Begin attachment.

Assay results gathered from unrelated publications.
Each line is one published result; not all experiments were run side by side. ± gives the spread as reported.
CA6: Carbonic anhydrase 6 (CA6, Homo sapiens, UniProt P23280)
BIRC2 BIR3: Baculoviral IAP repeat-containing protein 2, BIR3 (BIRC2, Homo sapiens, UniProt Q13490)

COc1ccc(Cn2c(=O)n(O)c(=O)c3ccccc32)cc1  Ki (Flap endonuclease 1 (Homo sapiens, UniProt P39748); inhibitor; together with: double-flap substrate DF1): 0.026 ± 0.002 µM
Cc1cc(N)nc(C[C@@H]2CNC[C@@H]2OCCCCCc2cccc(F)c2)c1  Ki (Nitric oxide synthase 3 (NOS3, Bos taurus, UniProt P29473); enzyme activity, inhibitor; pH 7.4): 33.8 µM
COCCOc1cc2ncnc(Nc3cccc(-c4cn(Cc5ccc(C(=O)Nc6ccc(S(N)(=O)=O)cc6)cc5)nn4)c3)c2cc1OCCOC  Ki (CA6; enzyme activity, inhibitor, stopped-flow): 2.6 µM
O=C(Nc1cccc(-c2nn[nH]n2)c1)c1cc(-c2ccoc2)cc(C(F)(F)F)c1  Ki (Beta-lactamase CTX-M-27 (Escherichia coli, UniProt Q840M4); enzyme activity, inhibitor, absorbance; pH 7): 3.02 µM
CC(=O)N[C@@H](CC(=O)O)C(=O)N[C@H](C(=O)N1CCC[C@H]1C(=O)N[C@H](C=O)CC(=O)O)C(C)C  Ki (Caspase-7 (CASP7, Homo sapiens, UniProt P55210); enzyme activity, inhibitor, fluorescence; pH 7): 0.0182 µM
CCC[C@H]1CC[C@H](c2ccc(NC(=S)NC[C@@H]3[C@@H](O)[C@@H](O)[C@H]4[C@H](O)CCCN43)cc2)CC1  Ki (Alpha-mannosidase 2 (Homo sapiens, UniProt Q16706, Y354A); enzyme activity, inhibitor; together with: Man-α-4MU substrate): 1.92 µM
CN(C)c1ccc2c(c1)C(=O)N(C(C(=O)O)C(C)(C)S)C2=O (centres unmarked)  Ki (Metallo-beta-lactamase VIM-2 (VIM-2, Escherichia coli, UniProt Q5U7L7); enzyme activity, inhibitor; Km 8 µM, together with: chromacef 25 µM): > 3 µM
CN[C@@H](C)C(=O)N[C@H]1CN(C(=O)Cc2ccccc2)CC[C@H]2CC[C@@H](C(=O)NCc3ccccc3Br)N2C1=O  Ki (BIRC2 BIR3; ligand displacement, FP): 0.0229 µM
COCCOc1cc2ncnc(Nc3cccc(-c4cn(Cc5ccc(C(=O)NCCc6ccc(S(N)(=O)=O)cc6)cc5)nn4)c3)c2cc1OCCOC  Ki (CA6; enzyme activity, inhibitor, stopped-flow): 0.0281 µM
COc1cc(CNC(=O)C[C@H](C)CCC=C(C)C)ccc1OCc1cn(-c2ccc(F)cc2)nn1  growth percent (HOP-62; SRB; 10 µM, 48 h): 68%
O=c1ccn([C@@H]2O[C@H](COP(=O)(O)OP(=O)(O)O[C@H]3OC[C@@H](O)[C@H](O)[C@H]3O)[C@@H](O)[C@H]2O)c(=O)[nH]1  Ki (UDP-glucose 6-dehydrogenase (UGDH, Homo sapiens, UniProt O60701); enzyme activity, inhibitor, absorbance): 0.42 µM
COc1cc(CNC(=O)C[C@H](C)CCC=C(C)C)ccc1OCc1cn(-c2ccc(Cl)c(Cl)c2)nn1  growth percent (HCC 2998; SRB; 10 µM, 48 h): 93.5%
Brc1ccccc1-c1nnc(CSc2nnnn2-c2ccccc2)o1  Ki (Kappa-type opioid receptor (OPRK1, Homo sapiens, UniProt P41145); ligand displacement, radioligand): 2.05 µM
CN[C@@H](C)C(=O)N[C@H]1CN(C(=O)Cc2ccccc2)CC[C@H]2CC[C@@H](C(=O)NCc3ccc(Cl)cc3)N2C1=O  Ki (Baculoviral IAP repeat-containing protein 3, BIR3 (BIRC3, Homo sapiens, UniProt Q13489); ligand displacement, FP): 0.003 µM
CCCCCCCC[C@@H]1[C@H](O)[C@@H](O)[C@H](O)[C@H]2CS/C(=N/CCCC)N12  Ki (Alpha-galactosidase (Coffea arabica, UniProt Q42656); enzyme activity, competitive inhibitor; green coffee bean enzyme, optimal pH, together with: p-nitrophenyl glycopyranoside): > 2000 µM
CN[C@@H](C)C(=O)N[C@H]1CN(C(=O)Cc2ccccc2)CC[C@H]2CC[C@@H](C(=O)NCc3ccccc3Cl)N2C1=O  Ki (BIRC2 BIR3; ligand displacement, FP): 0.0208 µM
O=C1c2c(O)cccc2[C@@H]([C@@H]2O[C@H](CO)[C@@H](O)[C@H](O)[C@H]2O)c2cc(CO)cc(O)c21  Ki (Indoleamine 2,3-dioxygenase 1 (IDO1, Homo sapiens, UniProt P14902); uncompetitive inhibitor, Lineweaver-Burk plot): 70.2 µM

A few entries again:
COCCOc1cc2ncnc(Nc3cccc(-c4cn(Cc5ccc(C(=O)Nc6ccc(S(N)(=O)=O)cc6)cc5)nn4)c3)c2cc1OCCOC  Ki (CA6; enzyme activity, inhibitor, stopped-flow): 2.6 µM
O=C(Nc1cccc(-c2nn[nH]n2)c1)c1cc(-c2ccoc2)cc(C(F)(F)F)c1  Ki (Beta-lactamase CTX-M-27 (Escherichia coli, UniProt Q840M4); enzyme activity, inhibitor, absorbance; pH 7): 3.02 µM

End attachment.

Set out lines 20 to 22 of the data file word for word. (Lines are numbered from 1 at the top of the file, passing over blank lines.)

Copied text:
CN[C@@H](C)C(=O)N[C@H]1CN(C(=O)Cc2ccccc2)CC[C@H]2CC[C@@H](C(=O)NCc3ccccc3Cl)N2C1=O  Ki (BIRC2 BIR3; ligand displacement, FP): 0.0208 µM
O=C1c2c(O)cccc2[C@@H]([C@@H]2O[C@H](CO)[C@@H](O)[C@H](O)[C@H]2O)c2cc(CO)cc(O)c21  Ki (Indoleamine 2,3-dioxygenase 1 (IDO1, Homo sapiens, UniProt P14902); uncompetitive inhibitor, Lineweaver-Burk plot): 70.2 µM

A few entries again: